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This concerns C++ (MinGW), Qt, Windows Vista:

all this while i's developing non-GUI applications in C++. Recently i decided to try a GUI one in Qt and am having some design issues.

Here's the problem:

  • step 1: Load and display a background gif Animation using QMovie...
  • step 2: process huge dump files (over 2GB's)....so when i reached step 2 expectedly my GUI froze..

i was using while(getline(inputFileStream,stringLine)) {...} so i placed QCoreApplication::processEvents(); inside the loop.

The application became really slow. So i placed a counter which only if it reaches a particular value will QCoreApplication::processEvents(); be executed.

Now the gif animation has become more like series of frames with visible transition from one to another.

Any faster triggering of processEvents() slows the application down (which anyway is nowhere near the non-GUI execution time).

As i see from Windows Task Manager one core has high utilization while other has low during the execution period.

So what approach should i take? Should i delve into mutithreading (i'v never used it before)?

Stripping down everything to explain the question the program looks like this:

class Animation; 
class FileProcessing;

main(int argc,char** argv) {
        QApplication* app=new QApplication(argc,argv);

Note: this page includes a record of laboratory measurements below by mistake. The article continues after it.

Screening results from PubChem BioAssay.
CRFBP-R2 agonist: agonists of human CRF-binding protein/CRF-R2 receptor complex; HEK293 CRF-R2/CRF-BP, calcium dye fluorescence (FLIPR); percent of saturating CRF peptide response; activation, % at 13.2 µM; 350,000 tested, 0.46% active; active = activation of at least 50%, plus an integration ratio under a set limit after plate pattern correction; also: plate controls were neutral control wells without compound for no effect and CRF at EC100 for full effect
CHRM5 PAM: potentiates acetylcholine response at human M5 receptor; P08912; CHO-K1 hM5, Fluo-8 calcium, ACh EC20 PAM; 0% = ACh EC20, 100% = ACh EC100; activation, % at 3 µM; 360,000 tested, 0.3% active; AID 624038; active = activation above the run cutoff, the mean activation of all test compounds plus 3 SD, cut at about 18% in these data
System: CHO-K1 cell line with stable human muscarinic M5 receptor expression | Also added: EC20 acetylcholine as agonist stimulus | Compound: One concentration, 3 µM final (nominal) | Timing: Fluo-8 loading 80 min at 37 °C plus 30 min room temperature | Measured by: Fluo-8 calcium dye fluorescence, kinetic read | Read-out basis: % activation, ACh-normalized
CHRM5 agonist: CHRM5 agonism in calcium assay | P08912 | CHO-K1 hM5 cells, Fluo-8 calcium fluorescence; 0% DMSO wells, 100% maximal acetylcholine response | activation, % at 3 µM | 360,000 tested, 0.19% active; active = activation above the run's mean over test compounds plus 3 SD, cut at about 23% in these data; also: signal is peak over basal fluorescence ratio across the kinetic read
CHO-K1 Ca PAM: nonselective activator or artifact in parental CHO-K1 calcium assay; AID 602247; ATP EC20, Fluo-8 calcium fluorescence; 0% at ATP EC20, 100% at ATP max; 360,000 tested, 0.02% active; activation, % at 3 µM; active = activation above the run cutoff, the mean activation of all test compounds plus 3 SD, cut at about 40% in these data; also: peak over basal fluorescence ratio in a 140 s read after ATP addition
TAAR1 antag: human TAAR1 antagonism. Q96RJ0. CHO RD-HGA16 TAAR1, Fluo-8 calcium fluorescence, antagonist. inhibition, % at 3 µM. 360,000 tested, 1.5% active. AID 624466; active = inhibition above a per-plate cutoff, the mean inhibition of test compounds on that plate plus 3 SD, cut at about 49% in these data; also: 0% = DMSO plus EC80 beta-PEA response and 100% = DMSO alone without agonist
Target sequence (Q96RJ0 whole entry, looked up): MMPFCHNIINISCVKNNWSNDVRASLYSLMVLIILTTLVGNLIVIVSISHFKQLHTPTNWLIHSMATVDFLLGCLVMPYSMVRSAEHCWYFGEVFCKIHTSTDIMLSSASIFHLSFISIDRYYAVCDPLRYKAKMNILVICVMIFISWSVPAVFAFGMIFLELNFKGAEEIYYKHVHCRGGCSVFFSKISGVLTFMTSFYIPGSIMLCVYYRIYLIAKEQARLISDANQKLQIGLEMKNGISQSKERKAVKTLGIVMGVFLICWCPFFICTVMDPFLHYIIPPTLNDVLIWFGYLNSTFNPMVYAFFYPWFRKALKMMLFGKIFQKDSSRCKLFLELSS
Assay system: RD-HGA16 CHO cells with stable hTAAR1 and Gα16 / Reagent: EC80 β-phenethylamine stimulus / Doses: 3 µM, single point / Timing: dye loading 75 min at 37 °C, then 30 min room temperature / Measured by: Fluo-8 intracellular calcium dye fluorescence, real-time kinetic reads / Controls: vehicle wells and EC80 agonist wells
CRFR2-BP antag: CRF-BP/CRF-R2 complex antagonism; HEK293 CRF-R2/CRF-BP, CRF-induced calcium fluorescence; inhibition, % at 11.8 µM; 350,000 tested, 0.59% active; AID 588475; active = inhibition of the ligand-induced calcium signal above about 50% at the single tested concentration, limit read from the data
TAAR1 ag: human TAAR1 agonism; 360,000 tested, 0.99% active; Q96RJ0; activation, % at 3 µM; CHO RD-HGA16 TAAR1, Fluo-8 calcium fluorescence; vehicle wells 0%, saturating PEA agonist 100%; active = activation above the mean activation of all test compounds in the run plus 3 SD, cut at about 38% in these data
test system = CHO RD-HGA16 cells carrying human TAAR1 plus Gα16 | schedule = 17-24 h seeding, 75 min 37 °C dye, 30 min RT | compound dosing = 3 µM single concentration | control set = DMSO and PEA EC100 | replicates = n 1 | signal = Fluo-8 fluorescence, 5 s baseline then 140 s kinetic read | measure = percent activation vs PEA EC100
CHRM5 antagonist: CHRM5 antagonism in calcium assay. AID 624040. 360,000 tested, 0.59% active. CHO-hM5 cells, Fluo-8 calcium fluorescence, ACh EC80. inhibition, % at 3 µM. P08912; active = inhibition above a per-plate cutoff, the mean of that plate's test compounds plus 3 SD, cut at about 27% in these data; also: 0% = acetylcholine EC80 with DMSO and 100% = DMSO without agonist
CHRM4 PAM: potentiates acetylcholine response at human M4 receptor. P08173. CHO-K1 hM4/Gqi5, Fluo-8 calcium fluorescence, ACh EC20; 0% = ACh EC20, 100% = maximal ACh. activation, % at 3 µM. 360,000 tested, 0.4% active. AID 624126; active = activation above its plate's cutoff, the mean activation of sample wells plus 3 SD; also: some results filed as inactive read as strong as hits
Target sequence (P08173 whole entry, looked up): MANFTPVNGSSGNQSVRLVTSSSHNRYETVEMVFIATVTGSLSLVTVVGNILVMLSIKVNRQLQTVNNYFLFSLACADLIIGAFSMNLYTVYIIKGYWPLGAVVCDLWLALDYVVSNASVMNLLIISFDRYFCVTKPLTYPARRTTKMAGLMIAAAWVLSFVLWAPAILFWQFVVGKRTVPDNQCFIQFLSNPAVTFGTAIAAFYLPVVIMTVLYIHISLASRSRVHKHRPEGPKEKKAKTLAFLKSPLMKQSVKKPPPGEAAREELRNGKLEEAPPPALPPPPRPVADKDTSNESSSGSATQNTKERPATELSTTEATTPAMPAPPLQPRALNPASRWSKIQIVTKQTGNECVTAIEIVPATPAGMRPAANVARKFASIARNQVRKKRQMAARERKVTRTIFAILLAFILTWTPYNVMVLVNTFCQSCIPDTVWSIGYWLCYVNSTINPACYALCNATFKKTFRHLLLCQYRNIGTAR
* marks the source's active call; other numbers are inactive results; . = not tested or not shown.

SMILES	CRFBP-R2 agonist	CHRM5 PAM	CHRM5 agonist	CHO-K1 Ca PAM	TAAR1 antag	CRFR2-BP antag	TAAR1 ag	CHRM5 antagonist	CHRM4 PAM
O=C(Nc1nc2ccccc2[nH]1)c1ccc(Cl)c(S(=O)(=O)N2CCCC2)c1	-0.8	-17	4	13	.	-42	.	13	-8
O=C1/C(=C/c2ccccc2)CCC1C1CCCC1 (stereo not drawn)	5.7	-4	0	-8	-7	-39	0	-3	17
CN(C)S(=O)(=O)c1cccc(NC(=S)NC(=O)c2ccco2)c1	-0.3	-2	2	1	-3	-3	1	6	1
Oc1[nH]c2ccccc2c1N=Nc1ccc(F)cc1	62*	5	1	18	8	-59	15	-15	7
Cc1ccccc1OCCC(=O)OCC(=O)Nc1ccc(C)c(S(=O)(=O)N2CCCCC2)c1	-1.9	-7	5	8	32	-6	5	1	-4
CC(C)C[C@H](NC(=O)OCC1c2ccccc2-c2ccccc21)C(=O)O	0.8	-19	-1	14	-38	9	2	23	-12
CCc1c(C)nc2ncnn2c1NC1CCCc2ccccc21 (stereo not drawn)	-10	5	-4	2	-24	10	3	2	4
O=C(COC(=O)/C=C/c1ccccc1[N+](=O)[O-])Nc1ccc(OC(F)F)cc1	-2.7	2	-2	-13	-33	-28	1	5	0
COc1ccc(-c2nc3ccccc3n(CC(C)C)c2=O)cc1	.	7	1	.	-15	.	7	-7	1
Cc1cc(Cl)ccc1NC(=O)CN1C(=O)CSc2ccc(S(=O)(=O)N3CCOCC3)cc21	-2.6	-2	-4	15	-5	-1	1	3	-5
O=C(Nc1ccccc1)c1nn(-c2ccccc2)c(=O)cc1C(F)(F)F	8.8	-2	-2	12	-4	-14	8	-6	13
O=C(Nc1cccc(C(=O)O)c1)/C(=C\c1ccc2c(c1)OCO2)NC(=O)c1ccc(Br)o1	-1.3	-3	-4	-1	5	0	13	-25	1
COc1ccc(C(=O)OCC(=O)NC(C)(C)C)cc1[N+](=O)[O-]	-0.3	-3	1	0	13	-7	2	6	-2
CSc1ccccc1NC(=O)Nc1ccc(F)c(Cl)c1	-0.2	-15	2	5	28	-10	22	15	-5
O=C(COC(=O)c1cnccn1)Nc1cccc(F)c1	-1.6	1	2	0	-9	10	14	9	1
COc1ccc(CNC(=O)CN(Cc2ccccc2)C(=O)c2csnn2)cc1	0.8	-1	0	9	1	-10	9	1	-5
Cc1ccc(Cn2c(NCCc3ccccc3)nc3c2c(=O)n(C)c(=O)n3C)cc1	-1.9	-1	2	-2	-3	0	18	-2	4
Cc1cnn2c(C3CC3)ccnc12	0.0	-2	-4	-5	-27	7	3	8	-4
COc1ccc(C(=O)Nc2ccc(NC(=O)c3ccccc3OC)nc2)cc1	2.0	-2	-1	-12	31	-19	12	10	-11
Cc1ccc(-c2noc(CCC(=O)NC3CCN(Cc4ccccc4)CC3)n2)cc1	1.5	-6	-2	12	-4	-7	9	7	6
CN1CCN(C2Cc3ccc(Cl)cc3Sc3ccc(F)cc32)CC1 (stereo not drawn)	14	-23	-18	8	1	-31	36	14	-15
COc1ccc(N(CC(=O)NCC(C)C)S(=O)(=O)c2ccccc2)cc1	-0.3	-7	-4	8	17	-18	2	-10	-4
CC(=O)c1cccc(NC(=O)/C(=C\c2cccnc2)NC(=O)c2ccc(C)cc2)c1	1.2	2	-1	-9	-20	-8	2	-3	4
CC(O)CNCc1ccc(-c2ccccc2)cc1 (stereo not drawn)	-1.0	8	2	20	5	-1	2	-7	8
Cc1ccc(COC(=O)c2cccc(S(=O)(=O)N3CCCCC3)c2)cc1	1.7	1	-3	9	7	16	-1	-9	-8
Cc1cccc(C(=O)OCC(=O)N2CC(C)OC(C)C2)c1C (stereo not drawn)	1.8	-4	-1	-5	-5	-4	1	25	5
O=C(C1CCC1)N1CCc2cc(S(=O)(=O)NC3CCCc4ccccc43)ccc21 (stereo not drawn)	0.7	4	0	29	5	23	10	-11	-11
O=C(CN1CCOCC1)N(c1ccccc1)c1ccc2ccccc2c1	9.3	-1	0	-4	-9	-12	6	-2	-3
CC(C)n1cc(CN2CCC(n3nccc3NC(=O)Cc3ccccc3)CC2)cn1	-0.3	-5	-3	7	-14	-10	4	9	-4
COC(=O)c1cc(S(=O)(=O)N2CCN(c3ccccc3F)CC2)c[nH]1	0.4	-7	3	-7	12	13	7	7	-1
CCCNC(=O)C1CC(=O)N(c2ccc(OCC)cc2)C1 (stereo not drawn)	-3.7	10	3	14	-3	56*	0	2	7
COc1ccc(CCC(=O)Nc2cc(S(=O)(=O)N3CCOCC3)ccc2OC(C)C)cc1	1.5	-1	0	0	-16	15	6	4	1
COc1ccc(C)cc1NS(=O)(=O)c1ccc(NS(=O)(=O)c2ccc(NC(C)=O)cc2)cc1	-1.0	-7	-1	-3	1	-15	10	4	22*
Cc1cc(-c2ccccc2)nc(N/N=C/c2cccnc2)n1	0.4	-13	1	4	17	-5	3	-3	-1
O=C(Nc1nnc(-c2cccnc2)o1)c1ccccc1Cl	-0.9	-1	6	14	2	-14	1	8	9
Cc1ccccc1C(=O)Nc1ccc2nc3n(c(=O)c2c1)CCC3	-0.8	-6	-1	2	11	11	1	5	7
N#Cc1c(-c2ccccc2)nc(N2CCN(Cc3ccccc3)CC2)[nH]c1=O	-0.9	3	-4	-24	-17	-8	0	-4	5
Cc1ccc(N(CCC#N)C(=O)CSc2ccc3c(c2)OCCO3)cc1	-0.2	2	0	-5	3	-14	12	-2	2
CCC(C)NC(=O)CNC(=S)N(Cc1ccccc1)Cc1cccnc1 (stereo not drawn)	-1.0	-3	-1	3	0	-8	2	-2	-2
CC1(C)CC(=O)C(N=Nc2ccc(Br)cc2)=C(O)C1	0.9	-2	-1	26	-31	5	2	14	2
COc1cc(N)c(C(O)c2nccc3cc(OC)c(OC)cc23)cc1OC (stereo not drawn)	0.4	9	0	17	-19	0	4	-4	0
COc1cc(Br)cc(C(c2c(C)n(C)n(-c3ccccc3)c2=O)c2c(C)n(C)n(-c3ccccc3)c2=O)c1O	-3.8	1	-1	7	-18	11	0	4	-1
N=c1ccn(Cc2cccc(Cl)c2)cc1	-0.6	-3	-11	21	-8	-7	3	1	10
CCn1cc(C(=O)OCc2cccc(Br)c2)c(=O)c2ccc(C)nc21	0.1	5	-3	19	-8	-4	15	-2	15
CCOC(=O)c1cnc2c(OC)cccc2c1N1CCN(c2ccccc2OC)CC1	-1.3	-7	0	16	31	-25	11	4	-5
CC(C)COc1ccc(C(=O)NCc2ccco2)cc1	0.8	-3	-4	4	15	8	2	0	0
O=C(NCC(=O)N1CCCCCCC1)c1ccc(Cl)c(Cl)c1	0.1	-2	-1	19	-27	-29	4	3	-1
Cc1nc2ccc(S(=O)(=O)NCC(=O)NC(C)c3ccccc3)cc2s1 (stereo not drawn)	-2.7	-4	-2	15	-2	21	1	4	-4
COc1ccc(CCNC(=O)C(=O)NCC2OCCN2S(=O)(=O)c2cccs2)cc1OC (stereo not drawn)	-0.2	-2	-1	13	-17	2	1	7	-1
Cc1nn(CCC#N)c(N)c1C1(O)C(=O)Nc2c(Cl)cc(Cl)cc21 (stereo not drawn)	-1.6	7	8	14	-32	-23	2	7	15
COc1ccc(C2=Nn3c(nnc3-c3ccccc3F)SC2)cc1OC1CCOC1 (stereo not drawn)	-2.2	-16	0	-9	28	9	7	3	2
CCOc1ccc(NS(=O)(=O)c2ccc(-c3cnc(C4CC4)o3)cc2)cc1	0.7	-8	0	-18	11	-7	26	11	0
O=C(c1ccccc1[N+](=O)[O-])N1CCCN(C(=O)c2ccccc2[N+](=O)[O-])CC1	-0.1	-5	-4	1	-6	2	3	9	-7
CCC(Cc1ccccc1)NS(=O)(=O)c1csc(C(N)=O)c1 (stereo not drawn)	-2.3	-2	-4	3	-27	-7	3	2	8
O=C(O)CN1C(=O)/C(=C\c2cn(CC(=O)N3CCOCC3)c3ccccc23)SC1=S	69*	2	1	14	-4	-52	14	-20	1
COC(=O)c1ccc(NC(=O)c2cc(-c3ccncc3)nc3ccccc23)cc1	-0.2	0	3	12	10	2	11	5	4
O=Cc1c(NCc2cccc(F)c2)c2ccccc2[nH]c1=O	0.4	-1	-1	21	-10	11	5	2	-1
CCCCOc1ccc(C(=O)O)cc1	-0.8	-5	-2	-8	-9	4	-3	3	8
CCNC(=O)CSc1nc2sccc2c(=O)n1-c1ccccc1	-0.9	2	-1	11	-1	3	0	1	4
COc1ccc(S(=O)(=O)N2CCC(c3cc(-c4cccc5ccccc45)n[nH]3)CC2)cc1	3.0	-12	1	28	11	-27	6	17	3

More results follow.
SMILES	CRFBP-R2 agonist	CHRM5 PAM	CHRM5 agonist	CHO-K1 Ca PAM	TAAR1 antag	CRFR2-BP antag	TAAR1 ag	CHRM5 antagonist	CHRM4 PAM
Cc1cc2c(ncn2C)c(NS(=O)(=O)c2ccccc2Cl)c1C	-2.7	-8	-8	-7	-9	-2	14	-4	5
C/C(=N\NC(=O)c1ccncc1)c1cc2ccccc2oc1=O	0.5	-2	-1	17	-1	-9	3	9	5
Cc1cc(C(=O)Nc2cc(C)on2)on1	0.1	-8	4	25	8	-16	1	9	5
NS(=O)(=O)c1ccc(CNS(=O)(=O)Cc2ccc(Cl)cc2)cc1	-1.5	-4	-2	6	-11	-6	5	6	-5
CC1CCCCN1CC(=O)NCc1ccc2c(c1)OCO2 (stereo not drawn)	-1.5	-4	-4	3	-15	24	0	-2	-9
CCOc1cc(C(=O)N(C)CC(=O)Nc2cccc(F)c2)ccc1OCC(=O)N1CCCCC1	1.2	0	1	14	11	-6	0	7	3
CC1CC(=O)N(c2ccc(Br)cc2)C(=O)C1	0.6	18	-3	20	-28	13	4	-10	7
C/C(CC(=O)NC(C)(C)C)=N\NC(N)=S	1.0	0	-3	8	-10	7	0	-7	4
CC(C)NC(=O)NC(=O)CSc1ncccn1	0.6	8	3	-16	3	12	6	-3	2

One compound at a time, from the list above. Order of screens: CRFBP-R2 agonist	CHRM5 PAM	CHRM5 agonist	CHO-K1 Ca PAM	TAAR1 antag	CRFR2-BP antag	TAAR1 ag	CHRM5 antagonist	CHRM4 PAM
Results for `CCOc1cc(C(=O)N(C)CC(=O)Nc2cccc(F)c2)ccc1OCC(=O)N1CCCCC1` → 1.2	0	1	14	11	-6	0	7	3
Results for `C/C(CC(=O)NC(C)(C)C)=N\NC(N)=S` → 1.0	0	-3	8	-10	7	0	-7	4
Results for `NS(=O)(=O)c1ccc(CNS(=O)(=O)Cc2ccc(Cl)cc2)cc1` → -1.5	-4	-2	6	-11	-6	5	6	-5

QLabel* label1=new QLabel(...);
        QLabel* label2=new QLabel(...);
        Animation* objAnim=new Animation(...); //QMovie plays gif

        //fileDialogs --> ask for files..this is modal so animation is fine till this point

        FileProcessing* objFileProcessing=new FileProcessing(...);

        objFileProcessing->processFiles(label1,label2); //process >2GB files
        //in this i repeatedly call processEvents() as written above

        //delete labels,objAnim and objFileProcessing;
        delete app;
        return 0;
share|improve this question
Your problem is that you are still blocking the UI thread (just updating the UI after every iteration is only feasable if each iteration is very short). See my answer to a related question: stackoverflow.com/questions/8300983/… –  Tamás Szelei Mar 14 '12 at 12:41
The fact that your app was non-gui is a huge advantage you should not ruin. Because when using threads, the Gui interface will be running in the main one while the functions in the previous app will be running in other threads. –  UmNyobe Mar 14 '12 at 12:46

2 Answers 2

It's time for you to grow some balls and learn how to use threads. The GUI freezes because it runs within the same thread as the functions that deal with those large files. If you separate these tasks to be executed in different threads, the GUI can continue to be useable.

Since you have an interested in Qt, I suggest reading about QThread:

share|improve this answer
grow some balls.... +infinity –  UmNyobe Mar 14 '12 at 12:42

You need to use a separate thread for the processing step.

You can have the processing thread periodically check a cancellation status variable. Should the user wish to cancel, set the variable to true. The processing thread can then exit gracefully.

share|improve this answer
He could also use the signal/slot mechanism to avoid explicit shared memory –  arne Mar 14 '12 at 12:42

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